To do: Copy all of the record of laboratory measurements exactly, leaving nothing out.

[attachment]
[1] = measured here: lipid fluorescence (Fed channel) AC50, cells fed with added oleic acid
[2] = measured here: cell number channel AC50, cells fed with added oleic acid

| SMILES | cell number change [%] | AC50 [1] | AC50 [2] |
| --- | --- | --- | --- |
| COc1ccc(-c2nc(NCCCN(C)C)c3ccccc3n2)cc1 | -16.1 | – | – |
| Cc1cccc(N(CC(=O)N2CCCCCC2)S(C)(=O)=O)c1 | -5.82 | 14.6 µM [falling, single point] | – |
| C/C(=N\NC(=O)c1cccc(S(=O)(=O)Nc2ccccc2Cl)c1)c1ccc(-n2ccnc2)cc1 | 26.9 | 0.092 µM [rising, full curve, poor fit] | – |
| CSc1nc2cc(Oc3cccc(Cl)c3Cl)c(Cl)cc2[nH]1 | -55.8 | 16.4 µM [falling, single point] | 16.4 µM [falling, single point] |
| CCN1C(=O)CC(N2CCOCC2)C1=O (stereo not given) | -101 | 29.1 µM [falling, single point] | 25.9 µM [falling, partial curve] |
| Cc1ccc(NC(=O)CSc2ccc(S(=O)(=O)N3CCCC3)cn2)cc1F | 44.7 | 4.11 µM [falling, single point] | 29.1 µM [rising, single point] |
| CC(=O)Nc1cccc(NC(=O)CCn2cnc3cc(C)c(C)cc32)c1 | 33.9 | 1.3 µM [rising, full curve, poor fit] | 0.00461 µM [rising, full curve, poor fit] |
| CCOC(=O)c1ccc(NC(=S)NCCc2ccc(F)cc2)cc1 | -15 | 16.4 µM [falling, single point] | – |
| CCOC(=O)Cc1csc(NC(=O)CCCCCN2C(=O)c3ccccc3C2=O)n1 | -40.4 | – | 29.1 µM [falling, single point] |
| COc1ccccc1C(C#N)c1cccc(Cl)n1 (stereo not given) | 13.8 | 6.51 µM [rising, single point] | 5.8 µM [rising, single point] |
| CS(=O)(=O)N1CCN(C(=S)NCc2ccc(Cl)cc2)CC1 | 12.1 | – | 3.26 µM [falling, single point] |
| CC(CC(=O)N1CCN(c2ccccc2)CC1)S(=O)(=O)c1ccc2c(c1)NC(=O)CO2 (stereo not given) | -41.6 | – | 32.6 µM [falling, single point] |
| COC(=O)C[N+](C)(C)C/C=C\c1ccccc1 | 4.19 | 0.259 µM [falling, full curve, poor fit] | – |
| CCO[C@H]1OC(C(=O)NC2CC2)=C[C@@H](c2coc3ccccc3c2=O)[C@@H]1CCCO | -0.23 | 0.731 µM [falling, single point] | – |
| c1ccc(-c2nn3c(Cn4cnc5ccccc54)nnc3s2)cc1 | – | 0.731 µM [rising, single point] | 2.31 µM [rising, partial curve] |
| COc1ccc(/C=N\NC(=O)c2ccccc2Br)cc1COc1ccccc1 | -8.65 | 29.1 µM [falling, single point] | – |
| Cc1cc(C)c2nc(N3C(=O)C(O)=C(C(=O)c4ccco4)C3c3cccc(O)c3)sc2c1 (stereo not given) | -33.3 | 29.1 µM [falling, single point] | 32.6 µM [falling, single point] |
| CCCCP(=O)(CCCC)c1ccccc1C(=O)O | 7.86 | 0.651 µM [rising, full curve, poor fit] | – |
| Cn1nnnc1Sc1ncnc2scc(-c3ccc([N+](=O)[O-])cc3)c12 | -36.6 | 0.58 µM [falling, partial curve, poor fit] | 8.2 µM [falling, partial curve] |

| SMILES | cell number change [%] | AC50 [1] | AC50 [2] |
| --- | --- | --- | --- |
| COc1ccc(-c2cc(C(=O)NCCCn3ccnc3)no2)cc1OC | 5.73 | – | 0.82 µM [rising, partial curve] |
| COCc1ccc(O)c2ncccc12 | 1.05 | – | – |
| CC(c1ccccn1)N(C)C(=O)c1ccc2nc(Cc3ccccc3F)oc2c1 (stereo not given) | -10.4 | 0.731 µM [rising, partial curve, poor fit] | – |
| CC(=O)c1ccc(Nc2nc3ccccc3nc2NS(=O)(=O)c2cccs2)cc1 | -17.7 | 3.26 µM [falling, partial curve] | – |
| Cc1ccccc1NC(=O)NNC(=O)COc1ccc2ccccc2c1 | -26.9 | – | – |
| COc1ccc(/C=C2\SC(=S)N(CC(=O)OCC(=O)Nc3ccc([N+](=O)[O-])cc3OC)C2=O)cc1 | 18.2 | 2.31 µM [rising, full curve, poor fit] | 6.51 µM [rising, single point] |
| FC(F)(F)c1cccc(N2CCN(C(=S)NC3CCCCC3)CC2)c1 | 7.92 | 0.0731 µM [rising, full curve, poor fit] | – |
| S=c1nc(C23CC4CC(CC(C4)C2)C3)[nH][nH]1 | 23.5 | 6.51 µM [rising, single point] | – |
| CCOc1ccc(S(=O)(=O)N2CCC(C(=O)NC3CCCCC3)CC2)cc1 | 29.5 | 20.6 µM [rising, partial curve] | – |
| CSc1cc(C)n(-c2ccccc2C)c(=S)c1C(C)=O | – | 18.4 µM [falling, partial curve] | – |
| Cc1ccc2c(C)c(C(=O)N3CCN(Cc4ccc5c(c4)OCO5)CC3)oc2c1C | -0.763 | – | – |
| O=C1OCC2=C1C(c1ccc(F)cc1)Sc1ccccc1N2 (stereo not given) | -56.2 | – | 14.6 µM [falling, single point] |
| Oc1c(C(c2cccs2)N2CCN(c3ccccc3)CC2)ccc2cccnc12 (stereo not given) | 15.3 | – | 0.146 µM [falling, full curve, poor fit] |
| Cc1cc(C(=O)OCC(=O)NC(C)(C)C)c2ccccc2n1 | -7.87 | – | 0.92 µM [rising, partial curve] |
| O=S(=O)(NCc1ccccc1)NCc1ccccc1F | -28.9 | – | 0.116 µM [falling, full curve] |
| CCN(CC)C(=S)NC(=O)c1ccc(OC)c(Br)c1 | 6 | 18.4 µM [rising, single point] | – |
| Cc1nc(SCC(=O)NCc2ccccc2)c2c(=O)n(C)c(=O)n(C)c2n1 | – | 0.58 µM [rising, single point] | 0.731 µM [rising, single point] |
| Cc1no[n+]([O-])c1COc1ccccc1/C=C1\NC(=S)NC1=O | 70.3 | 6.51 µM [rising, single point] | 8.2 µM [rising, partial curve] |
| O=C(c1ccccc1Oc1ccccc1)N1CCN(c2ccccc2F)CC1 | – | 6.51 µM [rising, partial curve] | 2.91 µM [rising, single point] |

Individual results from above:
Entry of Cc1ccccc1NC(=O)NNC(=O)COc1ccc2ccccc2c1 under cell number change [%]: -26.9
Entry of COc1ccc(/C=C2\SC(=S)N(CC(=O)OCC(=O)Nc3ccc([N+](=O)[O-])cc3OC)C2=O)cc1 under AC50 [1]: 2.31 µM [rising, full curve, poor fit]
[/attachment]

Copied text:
[1] = measured here: lipid fluorescence (Fed channel) AC50, cells fed with added oleic acid
[2] = measured here: cell number channel AC50, cells fed with added oleic acid

| SMILES | cell number change [%] | AC50 [1] | AC50 [2] |
| --- | --- | --- | --- |
| COc1ccc(-c2nc(NCCCN(C)C)c3ccccc3n2)cc1 | -16.1 | – | – |
| Cc1cccc(N(CC(=O)N2CCCCCC2)S(C)(=O)=O)c1 | -5.82 | 14.6 µM [falling, single point] | – |
| C/C(=N\NC(=O)c1cccc(S(=O)(=O)Nc2ccccc2Cl)c1)c1ccc(-n2ccnc2)cc1 | 26.9 | 0.092 µM [rising, full curve, poor fit] | – |
| CSc1nc2cc(Oc3cccc(Cl)c3Cl)c(Cl)cc2[nH]1 | -55.8 | 16.4 µM [falling, single point] | 16.4 µM [falling, single point] |
| CCN1C(=O)CC(N2CCOCC2)C1=O (stereo not given) | -101 | 29.1 µM [falling, single point] | 25.9 µM [falling, partial curve] |
| Cc1ccc(NC(=O)CSc2ccc(S(=O)(=O)N3CCCC3)cn2)cc1F | 44.7 | 4.11 µM [falling, single point] | 29.1 µM [rising, single point] |
| CC(=O)Nc1cccc(NC(=O)CCn2cnc3cc(C)c(C)cc32)c1 | 33.9 | 1.3 µM [rising, full curve, poor fit] | 0.00461 µM [rising, full curve, poor fit] |
| CCOC(=O)c1ccc(NC(=S)NCCc2ccc(F)cc2)cc1 | -15 | 16.4 µM [falling, single point] | – |
| CCOC(=O)Cc1csc(NC(=O)CCCCCN2C(=O)c3ccccc3C2=O)n1 | -40.4 | – | 29.1 µM [falling, single point] |
| COc1ccccc1C(C#N)c1cccc(Cl)n1 (stereo not given) | 13.8 | 6.51 µM [rising, single point] | 5.8 µM [rising, single point] |
| CS(=O)(=O)N1CCN(C(=S)NCc2ccc(Cl)cc2)CC1 | 12.1 | – | 3.26 µM [falling, single point] |
| CC(CC(=O)N1CCN(c2ccccc2)CC1)S(=O)(=O)c1ccc2c(c1)NC(=O)CO2 (stereo not given) | -41.6 | – | 32.6 µM [falling, single point] |
| COC(=O)C[N+](C)(C)C/C=C\c1ccccc1 | 4.19 | 0.259 µM [falling, full curve, poor fit] | – |
| CCO[C@H]1OC(C(=O)NC2CC2)=C[C@@H](c2coc3ccccc3c2=O)[C@@H]1CCCO | -0.23 | 0.731 µM [falling, single point] | – |
| c1ccc(-c2nn3c(Cn4cnc5ccccc54)nnc3s2)cc1 | – | 0.731 µM [rising, single point] | 2.31 µM [rising, partial curve] |
| COc1ccc(/C=N\NC(=O)c2ccccc2Br)cc1COc1ccccc1 | -8.65 | 29.1 µM [falling, single point] | – |
| Cc1cc(C)c2nc(N3C(=O)C(O)=C(C(=O)c4ccco4)C3c3cccc(O)c3)sc2c1 (stereo not given) | -33.3 | 29.1 µM [falling, single point] | 32.6 µM [falling, single point] |
| CCCCP(=O)(CCCC)c1ccccc1C(=O)O | 7.86 | 0.651 µM [rising, full curve, poor fit] | – |
| Cn1nnnc1Sc1ncnc2scc(-c3ccc([N+](=O)[O-])cc3)c12 | -36.6 | 0.58 µM [falling, partial curve, poor fit] | 8.2 µM [falling, partial curve] |

| SMILES | cell number change [%] | AC50 [1] | AC50 [2] |
| --- | --- | --- | --- |
| COc1ccc(-c2cc(C(=O)NCCCn3ccnc3)no2)cc1OC | 5.73 | – | 0.82 µM [rising, partial curve] |
| COCc1ccc(O)c2ncccc12 | 1.05 | – | – |
| CC(c1ccccn1)N(C)C(=O)c1ccc2nc(Cc3ccccc3F)oc2c1 (stereo not given) | -10.4 | 0.731 µM [rising, partial curve, poor fit] | – |
| CC(=O)c1ccc(Nc2nc3ccccc3nc2NS(=O)(=O)c2cccs2)cc1 | -17.7 | 3.26 µM [falling, partial curve] | – |
| Cc1ccccc1NC(=O)NNC(=O)COc1ccc2ccccc2c1 | -26.9 | – | – |
| COc1ccc(/C=C2\SC(=S)N(CC(=O)OCC(=O)Nc3ccc([N+](=O)[O-])cc3OC)C2=O)cc1 | 18.2 | 2.31 µM [rising, full curve, poor fit] | 6.51 µM [rising, single point] |
| FC(F)(F)c1cccc(N2CCN(C(=S)NC3CCCCC3)CC2)c1 | 7.92 | 0.0731 µM [rising, full curve, poor fit] | – |
| S=c1nc(C23CC4CC(CC(C4)C2)C3)[nH][nH]1 | 23.5 | 6.51 µM [rising, single point] | – |
| CCOc1ccc(S(=O)(=O)N2CCC(C(=O)NC3CCCCC3)CC2)cc1 | 29.5 | 20.6 µM [rising, partial curve] | – |
| CSc1cc(C)n(-c2ccccc2C)c(=S)c1C(C)=O | – | 18.4 µM [falling, partial curve] | – |
| Cc1ccc2c(C)c(C(=O)N3CCN(Cc4ccc5c(c4)OCO5)CC3)oc2c1C | -0.763 | – | – |
| O=C1OCC2=C1C(c1ccc(F)cc1)Sc1ccccc1N2 (stereo not given) | -56.2 | – | 14.6 µM [falling, single point] |
| Oc1c(C(c2cccs2)N2CCN(c3ccccc3)CC2)ccc2cccnc12 (stereo not given) | 15.3 | – | 0.146 µM [falling, full curve, poor fit] |
| Cc1cc(C(=O)OCC(=O)NC(C)(C)C)c2ccccc2n1 | -7.87 | – | 0.92 µM [rising, partial curve] |
| O=S(=O)(NCc1ccccc1)NCc1ccccc1F | -28.9 | – | 0.116 µM [falling, full curve] |
| CCN(CC)C(=S)NC(=O)c1ccc(OC)c(Br)c1 | 6 | 18.4 µM [rising, single point] | – |
| Cc1nc(SCC(=O)NCc2ccccc2)c2c(=O)n(C)c(=O)n(C)c2n1 | – | 0.58 µM [rising, single point] | 0.731 µM [rising, single point] |
| Cc1no[n+]([O-])c1COc1ccccc1/C=C1\NC(=S)NC1=O | 70.3 | 6.51 µM [rising, single point] | 8.2 µM [rising, partial curve] |
| O=C(c1ccccc1Oc1ccccc1)N1CCN(c2ccccc2F)CC1 | – | 6.51 µM [rising, partial curve] | 2.91 µM [rising, single point] |

Individual results from above:
Entry of Cc1ccccc1NC(=O)NNC(=O)COc1ccc2ccccc2c1 under cell number change [%]: -26.9
Entry of COc1ccc(/C=C2\SC(=S)N(CC(=O)OCC(=O)Nc3ccc([N+](=O)[O-])cc3OC)C2=O)cc1 under AC50 [1]: 2.31 µM [rising, full curve, poor fit]